There are reams of discussion on this issue in the comments to some of these blog posts but after having pored through it all I don't actually see any specific instructions for correcting the problem that refer to literal part numbers or actual experience with a fix. 

Title: Re: Arduino GPRS shield caught fire
Post by: cmiyc on Nov 14, 2013, 02:27 am

Is there some reasonable combination of capacitors that could perhaps be installed in parallel somehow?

The problem is that for the size available and the capacitance needed, there aren't many options.  For the near future, Tantalum capacitors (MnO2 or Polymer) are the most volumetrically efficient options, which is why they stick around.

This is the closest Polymer Part (6.3V is very safe to use on a 5V rail).  It's 1500uF instead of 2200uF, but half the ESR and almost half the width:
http://www.mouser.com/ProductDetail/Kemet/T545H158M006ATE035/?qs=sGAEpiMZZMtZ1n0r9vR22RYs%2fy2doQ8GJhbEtTBN0hg%3d

The downside is that it's a relatively expensive part.
Title: Re: Arduino GPRS shield caught fire
Post by: LukeZ on Nov 14, 2013, 05:06 am
Thanks James, that's exactly what I needed. I was looking for polymer caps on DigiKey but wasn't sure I'd found them; with that part number I was able to find where they were hidden, and actually I see now that "polymer" is an option in their parametric search for tantalum caps.

Well ten bucks is a lot for an SMD cap but the shield cost more than a hundred to begin with, and my truck cost many thousands (that's where this is going), so I'd be losing a lot more that ten bucks if a fire broke out.

Pardon my noob-ness, I don't know much about different capacitor types, just generally what a capacitor does. Is there any reason, other than form factor, that we couldn't use an aluminum electrolytic for this purpose? Certainly you can get very high capacitances at high voltage ratings for very cheap, but maybe there is something about that type that is unsuitable to this purpose.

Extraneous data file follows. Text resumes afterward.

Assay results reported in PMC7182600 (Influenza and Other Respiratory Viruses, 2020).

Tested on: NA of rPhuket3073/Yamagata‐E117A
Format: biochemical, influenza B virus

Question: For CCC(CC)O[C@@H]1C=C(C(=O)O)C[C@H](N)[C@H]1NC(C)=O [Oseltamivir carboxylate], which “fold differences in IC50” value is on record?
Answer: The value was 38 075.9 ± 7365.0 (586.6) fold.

However we use electrolytics as backups in RC planes for exactly the same sort of situation - current spikes on the main power source (battery) that would cause the receiver to brown out, if not for the capacitor to power the device. This sounds very similar to the description given on the Arduino GSM page (http://arduino.cc/en/Main/ArduinoGSMShield) for why the orange cap is on the board.
Title: Re: Arduino GPRS shield caught fire
Post by: cmiyc on Nov 14, 2013, 05:25 am

Pardon my noob-ness, I don't know much about different capacitor types

My job is to educate about capacitors and I meet people who have been engineers for decades who learn something new.  So everyone is a noob.  Capacitors are the most misunderstood "simple" device.


Is there any reason, other than form factor, that we couldn't use an aluminum electrolytic for this purpose?

My guess is that for this application, form factor is why an aluminum electrolytic wasn't used.  Wet-Lytics generally have a pretty tall height associated with them, so that would mean a non-stackable shield.

The reason for this particular cap is probably because when the GSM radio goes active, it needs a sudden surge of current, which the dry-lytic (tantalum) provides.
Title: Re: Arduino GPRS shield caught fire
Post by: LukeZ on Nov 14, 2013, 06:40 am
Thanks again for that explanation. In my case, room is not an issue so I am tempted to solder an electrolytic in the place of the tantalum. The solder pads are huge and I can bend over the cap so it lies flush with the top of the shield. Will look strange, but that doesn't bother me.

Actually I am using this with the Mega and because of the design of the GSM shield as well as the design of some of my other shields, it won't be possible to have the GSM shield on the stack anyway. Thankfully the GSM shield doesn't require many pins itself so I will just mount it off to the side.

Since it's going to be detached anyway, I am tempted to power the GSM shield with a dedicated 5v supply distinct from the Arduino, but with a common ground. The Arduino regulator is limited in the current it can provide but I can easily make a 5v, 2A supply just for the GSM. This should also make the capacitor in question somewhat less critical in terms of total capacitance.

I can't think of any negatives to this approach but if I am missing something I hope someone will tell me.


Title: Re: Arduino GPRS shield caught fire
Post by: Zapro on Nov 14, 2013, 08:58 am